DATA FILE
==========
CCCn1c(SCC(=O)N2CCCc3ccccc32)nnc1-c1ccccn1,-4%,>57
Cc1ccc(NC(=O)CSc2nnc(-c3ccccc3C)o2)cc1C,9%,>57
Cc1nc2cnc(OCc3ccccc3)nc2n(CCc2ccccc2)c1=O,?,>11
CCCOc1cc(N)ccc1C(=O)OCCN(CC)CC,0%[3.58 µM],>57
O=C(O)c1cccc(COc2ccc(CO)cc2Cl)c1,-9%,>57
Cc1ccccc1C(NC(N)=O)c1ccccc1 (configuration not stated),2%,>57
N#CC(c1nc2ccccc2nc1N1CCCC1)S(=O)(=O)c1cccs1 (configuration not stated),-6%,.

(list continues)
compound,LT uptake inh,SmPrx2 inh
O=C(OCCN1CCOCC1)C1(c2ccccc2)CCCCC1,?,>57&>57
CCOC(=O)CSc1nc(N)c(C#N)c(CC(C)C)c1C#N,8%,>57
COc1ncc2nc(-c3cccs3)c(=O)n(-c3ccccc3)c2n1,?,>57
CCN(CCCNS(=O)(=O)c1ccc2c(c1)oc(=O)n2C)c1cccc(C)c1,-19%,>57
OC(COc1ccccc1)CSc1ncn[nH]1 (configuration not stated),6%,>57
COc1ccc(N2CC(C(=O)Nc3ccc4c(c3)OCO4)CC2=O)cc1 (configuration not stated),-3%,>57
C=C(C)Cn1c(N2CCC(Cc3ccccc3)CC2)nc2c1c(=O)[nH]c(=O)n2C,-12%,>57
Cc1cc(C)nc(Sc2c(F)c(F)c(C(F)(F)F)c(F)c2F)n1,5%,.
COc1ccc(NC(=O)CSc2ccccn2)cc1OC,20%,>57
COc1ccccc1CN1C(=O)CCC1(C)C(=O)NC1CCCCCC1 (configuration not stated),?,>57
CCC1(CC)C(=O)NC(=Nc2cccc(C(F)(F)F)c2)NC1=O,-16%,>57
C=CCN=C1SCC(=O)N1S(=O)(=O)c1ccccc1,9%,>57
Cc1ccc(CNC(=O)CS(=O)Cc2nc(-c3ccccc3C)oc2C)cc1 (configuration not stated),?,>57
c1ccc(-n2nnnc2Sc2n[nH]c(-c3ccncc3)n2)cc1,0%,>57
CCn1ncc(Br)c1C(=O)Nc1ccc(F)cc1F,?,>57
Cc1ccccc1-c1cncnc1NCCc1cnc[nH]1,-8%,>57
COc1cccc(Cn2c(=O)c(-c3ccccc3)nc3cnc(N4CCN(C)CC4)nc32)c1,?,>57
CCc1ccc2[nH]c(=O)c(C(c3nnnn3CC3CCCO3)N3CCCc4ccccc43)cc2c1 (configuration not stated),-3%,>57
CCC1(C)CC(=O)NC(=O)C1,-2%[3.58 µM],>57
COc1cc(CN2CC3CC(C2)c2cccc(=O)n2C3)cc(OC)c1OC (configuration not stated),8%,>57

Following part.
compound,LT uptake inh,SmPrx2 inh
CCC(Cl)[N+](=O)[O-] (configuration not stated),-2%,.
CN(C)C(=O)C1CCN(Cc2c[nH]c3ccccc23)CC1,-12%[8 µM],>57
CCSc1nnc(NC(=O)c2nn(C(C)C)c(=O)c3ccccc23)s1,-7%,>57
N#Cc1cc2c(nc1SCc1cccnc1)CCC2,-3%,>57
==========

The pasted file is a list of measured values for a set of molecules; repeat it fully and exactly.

CCCn1c(SCC(=O)N2CCCc3ccccc32)nnc1-c1ccccn1,-4%,>57
Cc1ccc(NC(=O)CSc2nnc(-c3ccccc3C)o2)cc1C,9%,>57
Cc1nc2cnc(OCc3ccccc3)nc2n(CCc2ccccc2)c1=O,?,>11
CCCOc1cc(N)ccc1C(=O)OCCN(CC)CC,0%[3.58 µM],>57
O=C(O)c1cccc(COc2ccc(CO)cc2Cl)c1,-9%,>57
Cc1ccccc1C(NC(N)=O)c1ccccc1 (configuration not stated),2%,>57
N#CC(c1nc2ccccc2nc1N1CCCC1)S(=O)(=O)c1cccs1 (configuration not stated),-6%,.

(list continues)
compound,LT uptake inh,SmPrx2 inh
O=C(OCCN1CCOCC1)C1(c2ccccc2)CCCCC1,?,>57&>57
CCOC(=O)CSc1nc(N)c(C#N)c(CC(C)C)c1C#N,8%,>57
COc1ncc2nc(-c3cccs3)c(=O)n(-c3ccccc3)c2n1,?,>57
CCN(CCCNS(=O)(=O)c1ccc2c(c1)oc(=O)n2C)c1cccc(C)c1,-19%,>57
OC(COc1ccccc1)CSc1ncn[nH]1 (configuration not stated),6%,>57
COc1ccc(N2CC(C(=O)Nc3ccc4c(c3)OCO4)CC2=O)cc1 (configuration not stated),-3%,>57
C=C(C)Cn1c(N2CCC(Cc3ccccc3)CC2)nc2c1c(=O)[nH]c(=O)n2C,-12%,>57
Cc1cc(C)nc(Sc2c(F)c(F)c(C(F)(F)F)c(F)c2F)n1,5%,.
COc1ccc(NC(=O)CSc2ccccn2)cc1OC,20%,>57
COc1ccccc1CN1C(=O)CCC1(C)C(=O)NC1CCCCCC1 (configuration not stated),?,>57
CCC1(CC)C(=O)NC(=Nc2cccc(C(F)(F)F)c2)NC1=O,-16%,>57
C=CCN=C1SCC(=O)N1S(=O)(=O)c1ccccc1,9%,>57
Cc1ccc(CNC(=O)CS(=O)Cc2nc(-c3ccccc3C)oc2C)cc1 (configuration not stated),?,>57
c1ccc(-n2nnnc2Sc2n[nH]c(-c3ccncc3)n2)cc1,0%,>57
CCn1ncc(Br)c1C(=O)Nc1ccc(F)cc1F,?,>57
Cc1ccccc1-c1cncnc1NCCc1cnc[nH]1,-8%,>57
COc1cccc(Cn2c(=O)c(-c3ccccc3)nc3cnc(N4CCN(C)CC4)nc32)c1,?,>57
CCc1ccc2[nH]c(=O)c(C(c3nnnn3CC3CCCO3)N3CCCc4ccccc43)cc2c1 (configuration not stated),-3%,>57
CCC1(C)CC(=O)NC(=O)C1,-2%[3.58 µM],>57
COc1cc(CN2CC3CC(C2)c2cccc(=O)n2C3)cc(OC)c1OC (configuration not stated),8%,>57

Following part.
compound,LT uptake inh,SmPrx2 inh
CCC(Cl)[N+](=O)[O-] (configuration not stated),-2%,.
CN(C)C(=O)C1CCN(Cc2c[nH]c3ccccc23)CC1,-12%[8 µM],>57
CCSc1nnc(NC(=O)c2nn(C(C)C)c(=O)c3ccccc23)s1,-7%,>57
N#Cc1cc2c(nc1SCc1cccnc1)CCC2,-3%,>57